11 The Pharisee, standing by himself, prayed thus: ‘God, I thank you that I am not like other men, extortioners, unjust, adulterers, or even like this tax collector.
12 I fast twice a week; I give tithes of all that I get.’
13 But the tax collector, standing far off, would not even lift up his eyes to heaven, but beat his breast, saying, ‘God, be merciful to me, a sinner!’
14 I tell you, this man went down to his house justified, rather than the other. For everyone who exalts himself will be humbled, but the one who humbles himself will be exalted.”
The self-righteous are the ones in most danger of not crying out to the Lord for mercy.
We see in Luke 18: 9-14 a contrast between the pharisee who was self righteous and the tax collector who was humble. The self righteous Pharisee was blind to his need for mercy. His salvation was of his own making. In contrast, the tax collector was honest and full of vision. He saw his sinful state before our Holy Righteous Creator God. He cries out in verse 13, “God, be merciful to me, a sinner!”
I ask that you spend time during this hour meditating on these two passages of scripture. The attached prayer guide is only that, a guide. Pray as you feel led, but please focus your prayers on the need for mercy. Not just for the lost in our world…but also for yourself…this church…this community.
May God richly bless you and may you hear HIM clearly during this hour of prayer.
In HIS Grip
Guide to 1 hour of PrayerJesus, Son of David, have mercy on me, a sinner
10-15 minutes: Begin your hour with rest before the Lord. Stop. Breathe. Focus on God’s Word.
These passages may help.
Psalm 141 – Ask the Lord to hear you
Psalm 142 – Plea with the Lord for mercy
20-30 minutes: Center your mind on God’s WORD. The focus of our 24 hour prayer vigil is the lost who do not know our Lord. Focus on Luke 18: 9-14 & 35-43.
Luke 18:35-43 – Are you a Pharisee or a Tax Collector in your attitude toward our Lord’s mercy?
Luke 18:9-14 – Plea with the Lord for mercy. Who do you know who is blind to Christ? Pray that the Lord would soften their hear and cry out in their blindness for mercy. Pray that they will seek Christ for this mercy and not focus on their own efforts.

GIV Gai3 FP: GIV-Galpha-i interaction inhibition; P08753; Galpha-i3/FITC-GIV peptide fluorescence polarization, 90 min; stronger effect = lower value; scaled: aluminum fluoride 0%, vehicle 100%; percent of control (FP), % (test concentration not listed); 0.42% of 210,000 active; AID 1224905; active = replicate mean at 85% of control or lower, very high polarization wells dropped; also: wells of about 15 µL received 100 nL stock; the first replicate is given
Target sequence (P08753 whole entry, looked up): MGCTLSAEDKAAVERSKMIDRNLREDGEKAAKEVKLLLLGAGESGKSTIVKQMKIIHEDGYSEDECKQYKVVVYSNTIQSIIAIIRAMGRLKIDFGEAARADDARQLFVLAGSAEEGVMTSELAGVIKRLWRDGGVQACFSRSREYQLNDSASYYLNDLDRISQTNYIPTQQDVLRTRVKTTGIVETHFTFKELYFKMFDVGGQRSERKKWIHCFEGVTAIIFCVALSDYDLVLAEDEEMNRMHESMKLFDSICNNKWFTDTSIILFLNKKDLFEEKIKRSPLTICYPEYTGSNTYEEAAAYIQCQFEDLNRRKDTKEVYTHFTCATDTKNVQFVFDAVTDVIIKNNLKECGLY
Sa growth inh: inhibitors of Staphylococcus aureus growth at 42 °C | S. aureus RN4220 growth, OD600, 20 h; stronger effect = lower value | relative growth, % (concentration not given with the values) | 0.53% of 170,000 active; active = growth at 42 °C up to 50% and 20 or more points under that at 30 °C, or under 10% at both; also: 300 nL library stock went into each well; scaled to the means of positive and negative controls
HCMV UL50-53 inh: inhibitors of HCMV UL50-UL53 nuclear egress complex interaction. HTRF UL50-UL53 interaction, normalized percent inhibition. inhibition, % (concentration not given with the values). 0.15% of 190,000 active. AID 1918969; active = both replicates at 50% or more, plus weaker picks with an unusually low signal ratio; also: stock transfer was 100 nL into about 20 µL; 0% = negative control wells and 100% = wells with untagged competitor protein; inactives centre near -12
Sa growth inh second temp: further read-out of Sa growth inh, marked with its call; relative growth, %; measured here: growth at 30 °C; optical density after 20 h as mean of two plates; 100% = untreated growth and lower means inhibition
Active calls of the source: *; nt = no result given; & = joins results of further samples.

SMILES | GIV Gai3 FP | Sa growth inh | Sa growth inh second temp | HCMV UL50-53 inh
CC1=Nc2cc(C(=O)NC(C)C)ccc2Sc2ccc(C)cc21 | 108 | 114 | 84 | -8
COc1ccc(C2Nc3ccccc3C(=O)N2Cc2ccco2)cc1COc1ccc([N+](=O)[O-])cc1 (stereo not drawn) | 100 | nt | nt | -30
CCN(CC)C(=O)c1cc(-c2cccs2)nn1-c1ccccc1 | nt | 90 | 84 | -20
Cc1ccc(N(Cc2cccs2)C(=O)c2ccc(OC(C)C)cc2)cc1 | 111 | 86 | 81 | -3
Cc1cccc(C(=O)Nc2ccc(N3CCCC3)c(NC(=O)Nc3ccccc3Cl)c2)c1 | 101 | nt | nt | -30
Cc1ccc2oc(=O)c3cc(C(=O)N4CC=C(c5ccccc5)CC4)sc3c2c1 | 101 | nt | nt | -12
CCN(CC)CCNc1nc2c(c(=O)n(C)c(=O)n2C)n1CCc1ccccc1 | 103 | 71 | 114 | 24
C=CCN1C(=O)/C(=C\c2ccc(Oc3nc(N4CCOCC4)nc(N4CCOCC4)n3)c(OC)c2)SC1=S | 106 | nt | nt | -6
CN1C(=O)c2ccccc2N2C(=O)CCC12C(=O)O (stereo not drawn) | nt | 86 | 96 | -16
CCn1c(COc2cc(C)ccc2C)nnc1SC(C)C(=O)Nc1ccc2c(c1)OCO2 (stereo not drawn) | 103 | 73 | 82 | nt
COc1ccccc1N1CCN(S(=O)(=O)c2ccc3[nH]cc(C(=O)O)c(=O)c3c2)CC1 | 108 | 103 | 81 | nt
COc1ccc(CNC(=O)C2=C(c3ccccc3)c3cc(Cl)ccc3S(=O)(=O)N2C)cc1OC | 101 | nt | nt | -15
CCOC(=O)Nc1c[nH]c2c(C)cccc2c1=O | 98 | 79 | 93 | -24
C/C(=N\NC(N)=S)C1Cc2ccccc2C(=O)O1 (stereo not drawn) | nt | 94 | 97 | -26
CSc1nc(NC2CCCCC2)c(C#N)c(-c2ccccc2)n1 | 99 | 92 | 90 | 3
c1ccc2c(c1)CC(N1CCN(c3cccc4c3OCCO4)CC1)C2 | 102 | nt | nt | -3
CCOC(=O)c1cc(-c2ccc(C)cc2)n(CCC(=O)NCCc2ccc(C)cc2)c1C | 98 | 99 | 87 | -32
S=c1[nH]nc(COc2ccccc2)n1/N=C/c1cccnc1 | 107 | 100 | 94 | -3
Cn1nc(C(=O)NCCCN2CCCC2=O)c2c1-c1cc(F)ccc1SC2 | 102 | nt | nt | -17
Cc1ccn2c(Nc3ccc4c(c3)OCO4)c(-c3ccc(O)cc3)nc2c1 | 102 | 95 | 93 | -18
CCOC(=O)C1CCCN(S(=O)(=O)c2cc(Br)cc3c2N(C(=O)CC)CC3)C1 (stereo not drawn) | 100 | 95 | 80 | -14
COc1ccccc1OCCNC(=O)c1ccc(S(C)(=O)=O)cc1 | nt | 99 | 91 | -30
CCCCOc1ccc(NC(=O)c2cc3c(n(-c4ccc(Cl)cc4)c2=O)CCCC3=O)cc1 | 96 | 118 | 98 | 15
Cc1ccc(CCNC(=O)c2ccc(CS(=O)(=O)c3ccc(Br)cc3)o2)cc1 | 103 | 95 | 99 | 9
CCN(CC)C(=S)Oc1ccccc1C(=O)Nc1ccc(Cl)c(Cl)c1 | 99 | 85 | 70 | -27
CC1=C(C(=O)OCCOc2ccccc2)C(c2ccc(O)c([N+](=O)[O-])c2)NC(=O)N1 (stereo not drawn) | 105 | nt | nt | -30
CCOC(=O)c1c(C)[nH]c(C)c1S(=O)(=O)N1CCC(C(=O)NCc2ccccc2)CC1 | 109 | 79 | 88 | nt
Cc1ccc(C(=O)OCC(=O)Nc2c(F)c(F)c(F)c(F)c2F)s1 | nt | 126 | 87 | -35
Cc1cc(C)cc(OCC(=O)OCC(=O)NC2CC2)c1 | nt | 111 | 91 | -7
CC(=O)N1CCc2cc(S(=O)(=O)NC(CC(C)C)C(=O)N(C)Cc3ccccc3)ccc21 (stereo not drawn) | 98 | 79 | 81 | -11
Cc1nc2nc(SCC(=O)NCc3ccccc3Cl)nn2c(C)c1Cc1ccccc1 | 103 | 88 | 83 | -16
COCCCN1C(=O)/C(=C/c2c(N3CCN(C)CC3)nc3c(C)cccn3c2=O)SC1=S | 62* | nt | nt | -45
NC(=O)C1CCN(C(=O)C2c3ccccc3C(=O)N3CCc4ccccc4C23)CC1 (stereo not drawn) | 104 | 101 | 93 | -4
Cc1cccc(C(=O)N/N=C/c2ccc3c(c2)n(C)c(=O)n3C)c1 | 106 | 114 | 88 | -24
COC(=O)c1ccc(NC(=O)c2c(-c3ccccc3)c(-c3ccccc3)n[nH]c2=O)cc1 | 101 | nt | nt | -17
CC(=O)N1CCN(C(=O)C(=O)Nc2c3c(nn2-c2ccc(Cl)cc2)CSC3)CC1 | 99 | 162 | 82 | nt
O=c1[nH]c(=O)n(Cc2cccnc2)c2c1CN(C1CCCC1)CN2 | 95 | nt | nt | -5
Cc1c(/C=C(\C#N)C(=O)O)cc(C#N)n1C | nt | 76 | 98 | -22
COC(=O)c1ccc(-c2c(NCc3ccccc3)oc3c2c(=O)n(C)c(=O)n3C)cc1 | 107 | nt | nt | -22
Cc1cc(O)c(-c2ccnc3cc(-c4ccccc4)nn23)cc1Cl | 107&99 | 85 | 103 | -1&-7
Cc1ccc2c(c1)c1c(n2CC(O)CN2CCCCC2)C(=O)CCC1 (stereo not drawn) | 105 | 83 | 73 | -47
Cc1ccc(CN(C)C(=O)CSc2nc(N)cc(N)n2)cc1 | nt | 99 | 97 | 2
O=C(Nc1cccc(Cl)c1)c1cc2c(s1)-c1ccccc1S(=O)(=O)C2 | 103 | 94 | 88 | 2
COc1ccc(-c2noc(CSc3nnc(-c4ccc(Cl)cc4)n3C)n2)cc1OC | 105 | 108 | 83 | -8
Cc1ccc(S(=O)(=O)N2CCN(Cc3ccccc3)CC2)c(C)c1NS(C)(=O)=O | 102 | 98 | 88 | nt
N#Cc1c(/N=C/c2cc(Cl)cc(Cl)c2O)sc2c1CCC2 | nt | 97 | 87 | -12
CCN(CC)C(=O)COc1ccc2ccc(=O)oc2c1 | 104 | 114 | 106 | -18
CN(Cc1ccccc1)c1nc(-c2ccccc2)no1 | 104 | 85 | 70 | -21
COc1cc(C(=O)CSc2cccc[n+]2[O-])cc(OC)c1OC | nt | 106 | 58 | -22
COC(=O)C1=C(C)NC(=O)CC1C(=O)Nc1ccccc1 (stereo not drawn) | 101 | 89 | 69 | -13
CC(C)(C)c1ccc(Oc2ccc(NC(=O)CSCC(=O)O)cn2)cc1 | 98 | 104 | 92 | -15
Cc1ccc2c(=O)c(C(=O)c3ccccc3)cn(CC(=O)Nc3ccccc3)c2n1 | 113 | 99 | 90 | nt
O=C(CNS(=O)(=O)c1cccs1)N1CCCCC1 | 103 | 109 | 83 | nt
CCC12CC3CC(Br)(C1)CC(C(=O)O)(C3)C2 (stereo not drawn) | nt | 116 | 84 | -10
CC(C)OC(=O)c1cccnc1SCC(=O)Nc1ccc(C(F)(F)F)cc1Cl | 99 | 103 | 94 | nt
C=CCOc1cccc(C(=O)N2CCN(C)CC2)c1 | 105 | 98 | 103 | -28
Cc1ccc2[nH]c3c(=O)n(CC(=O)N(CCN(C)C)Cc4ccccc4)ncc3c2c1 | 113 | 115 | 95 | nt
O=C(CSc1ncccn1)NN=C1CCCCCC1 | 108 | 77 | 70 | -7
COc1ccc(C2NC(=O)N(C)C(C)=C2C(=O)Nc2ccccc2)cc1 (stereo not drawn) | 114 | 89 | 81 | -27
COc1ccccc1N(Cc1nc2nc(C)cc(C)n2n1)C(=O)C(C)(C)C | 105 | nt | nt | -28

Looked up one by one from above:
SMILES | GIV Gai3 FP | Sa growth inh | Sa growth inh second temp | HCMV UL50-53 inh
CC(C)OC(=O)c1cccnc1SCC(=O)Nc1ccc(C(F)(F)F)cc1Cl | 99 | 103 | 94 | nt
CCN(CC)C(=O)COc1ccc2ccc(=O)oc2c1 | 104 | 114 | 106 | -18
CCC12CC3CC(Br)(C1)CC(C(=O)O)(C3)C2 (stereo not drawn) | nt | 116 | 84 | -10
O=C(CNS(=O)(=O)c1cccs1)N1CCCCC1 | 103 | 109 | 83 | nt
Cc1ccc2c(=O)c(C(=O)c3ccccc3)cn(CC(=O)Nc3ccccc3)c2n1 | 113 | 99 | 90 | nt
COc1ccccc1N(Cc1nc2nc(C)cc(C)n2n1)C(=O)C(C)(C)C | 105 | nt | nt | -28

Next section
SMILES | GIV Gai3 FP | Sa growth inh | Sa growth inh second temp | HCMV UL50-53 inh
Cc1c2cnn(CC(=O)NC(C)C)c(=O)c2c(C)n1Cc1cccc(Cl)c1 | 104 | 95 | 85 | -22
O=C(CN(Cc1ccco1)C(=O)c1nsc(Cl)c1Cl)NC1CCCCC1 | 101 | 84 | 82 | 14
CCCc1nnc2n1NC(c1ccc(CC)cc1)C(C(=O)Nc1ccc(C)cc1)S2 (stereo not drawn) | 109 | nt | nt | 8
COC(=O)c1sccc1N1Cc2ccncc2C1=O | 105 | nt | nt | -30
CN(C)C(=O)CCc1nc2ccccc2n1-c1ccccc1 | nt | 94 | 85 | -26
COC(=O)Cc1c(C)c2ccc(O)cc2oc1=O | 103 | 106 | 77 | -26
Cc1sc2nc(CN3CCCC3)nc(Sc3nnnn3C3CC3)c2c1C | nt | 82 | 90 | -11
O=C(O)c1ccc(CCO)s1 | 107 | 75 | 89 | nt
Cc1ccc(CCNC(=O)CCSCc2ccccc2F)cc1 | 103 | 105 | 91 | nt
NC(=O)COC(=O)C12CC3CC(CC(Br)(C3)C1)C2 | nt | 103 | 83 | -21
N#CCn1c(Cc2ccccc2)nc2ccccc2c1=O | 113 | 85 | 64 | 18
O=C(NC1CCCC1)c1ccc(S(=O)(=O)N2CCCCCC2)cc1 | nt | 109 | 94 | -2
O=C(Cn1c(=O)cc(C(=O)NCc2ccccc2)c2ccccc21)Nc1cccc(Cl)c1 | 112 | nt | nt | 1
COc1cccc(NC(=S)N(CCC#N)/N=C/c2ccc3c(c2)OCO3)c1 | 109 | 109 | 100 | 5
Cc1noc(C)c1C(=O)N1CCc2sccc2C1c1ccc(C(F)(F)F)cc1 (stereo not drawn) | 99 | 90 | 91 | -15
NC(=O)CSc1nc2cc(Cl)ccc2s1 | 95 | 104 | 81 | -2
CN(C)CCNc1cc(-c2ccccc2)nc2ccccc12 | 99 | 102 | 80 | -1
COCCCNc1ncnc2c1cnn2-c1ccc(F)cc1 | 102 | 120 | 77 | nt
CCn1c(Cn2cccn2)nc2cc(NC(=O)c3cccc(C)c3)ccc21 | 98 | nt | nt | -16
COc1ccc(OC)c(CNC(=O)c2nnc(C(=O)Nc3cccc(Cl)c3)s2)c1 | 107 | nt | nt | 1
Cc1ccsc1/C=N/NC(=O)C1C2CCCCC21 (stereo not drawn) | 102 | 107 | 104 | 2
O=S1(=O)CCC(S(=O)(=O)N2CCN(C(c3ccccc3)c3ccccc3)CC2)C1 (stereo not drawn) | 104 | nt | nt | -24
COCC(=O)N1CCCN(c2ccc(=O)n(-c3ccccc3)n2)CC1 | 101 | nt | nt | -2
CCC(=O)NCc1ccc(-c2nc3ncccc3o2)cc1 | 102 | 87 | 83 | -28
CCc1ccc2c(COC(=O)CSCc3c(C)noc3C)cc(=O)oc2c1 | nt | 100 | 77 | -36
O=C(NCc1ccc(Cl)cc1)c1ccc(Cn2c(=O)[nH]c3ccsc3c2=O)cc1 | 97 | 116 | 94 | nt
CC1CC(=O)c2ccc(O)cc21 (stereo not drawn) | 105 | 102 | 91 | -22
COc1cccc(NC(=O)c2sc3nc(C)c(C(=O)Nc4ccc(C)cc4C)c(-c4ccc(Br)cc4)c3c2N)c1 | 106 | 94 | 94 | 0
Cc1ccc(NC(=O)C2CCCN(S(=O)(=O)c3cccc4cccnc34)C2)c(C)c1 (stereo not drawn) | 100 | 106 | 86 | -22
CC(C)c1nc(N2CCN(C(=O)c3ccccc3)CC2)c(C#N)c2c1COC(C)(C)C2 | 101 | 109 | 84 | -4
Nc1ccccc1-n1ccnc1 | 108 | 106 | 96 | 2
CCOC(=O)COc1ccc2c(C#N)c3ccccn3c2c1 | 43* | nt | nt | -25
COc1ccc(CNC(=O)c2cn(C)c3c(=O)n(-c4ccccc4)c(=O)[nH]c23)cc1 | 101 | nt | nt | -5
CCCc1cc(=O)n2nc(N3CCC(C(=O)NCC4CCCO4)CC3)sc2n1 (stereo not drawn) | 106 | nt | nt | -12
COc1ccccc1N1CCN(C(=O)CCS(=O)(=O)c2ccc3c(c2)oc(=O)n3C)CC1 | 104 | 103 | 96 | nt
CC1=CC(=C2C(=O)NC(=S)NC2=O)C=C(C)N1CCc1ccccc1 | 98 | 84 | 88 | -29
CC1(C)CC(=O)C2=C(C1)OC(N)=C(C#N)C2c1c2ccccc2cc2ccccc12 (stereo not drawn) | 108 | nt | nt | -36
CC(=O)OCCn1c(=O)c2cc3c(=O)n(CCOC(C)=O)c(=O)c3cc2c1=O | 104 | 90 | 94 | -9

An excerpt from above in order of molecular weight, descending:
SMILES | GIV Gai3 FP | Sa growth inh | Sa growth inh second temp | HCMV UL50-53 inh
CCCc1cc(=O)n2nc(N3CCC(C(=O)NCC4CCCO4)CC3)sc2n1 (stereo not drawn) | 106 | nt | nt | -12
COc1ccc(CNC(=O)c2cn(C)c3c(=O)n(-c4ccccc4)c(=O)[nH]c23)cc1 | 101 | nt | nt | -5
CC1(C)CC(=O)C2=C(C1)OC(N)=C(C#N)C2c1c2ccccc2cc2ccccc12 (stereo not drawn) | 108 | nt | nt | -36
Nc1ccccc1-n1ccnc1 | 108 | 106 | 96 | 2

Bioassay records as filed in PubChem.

10-15 minutes: End your hour of prayer with focus on Clintwood Baptist Church. Pray that our Lord would awaken all in our church to our need for mercy.
Pray this way while breathing in and out:
Breathe in: “Jesus, Son of David,”
Breathe out: “Have mercy on me, a sinner.”
Breathe in: “Jesus, Son of David,”
Breathe out: “Have mercy on us, sinners.”
Pray for the next prayer volunteer. Focus on that person.
This post is my response to the post Wednesday Night Wardrobe.
“Good Teacher, what shall I do to inherit eternal life?”
The gospels of Matthew, Mark, and Luke recount the same scene, a scene where a wealthy young man seeks acceptance by Jesus, the Good Teacher [Matthew 19:16-30, Mark 10:17-31, Luke 18:18-30]. This young man first recognizes that the kingdom Jesus proclaims is truly what he desires. He approaches acceptance into this kingdom with the only understanding he has, earning favor through following a rule. The situation that Jesus addresses with the young wealthy man is the same issue facing Jake and his favorite t-shirt.
Ethical dilemmas in the Christian life and in the church always begin with questions. The questions asked by both Jake and the wealthy young man point to the same answer stemming from the same issue. The problem is, the questions Jake and the wealthy young man in the gospels ask are not the right questions. These two young men really ask the same question without realizing it; “Jesus, will you accept me?”
“This is my favorite t-shirt. Can I wear it to youth group on Wednesday?”
Jake’s family are members of the church and Jake loves Wednesday night youth group. His favorite t-shirt promotes a heavy metal band whose music is known for great guitar licks and a smooth beat. But the band’s lyrics are often filled with hatred and vulgarities that Jake admits most adult church members would not feel comfortable hearing.
Jake’s attitude lately has proven less than admirable. He is in trouble at school regularly and he hates coming to church on Sunday morning with his mother. He sometimes comes on Wednesday nights to youth group although his siblings attend faithfully.
Jake sees no problem in listening to the heavy-metal music and wearing his favorite t-shirt. After all it is just music so what is wrong with wearing his favorite t-shirt to church?
An adult at church asked Jake about his t-shirt one Wednesday night. The band was a popular 1980s band from his high school days. Now Jake feels uncomfortable at church.
What do you think? Should Jake wear t-shirts that promote secular music to Wednesday night youth group?
Please post your comments and I will weigh in with my opinion next week.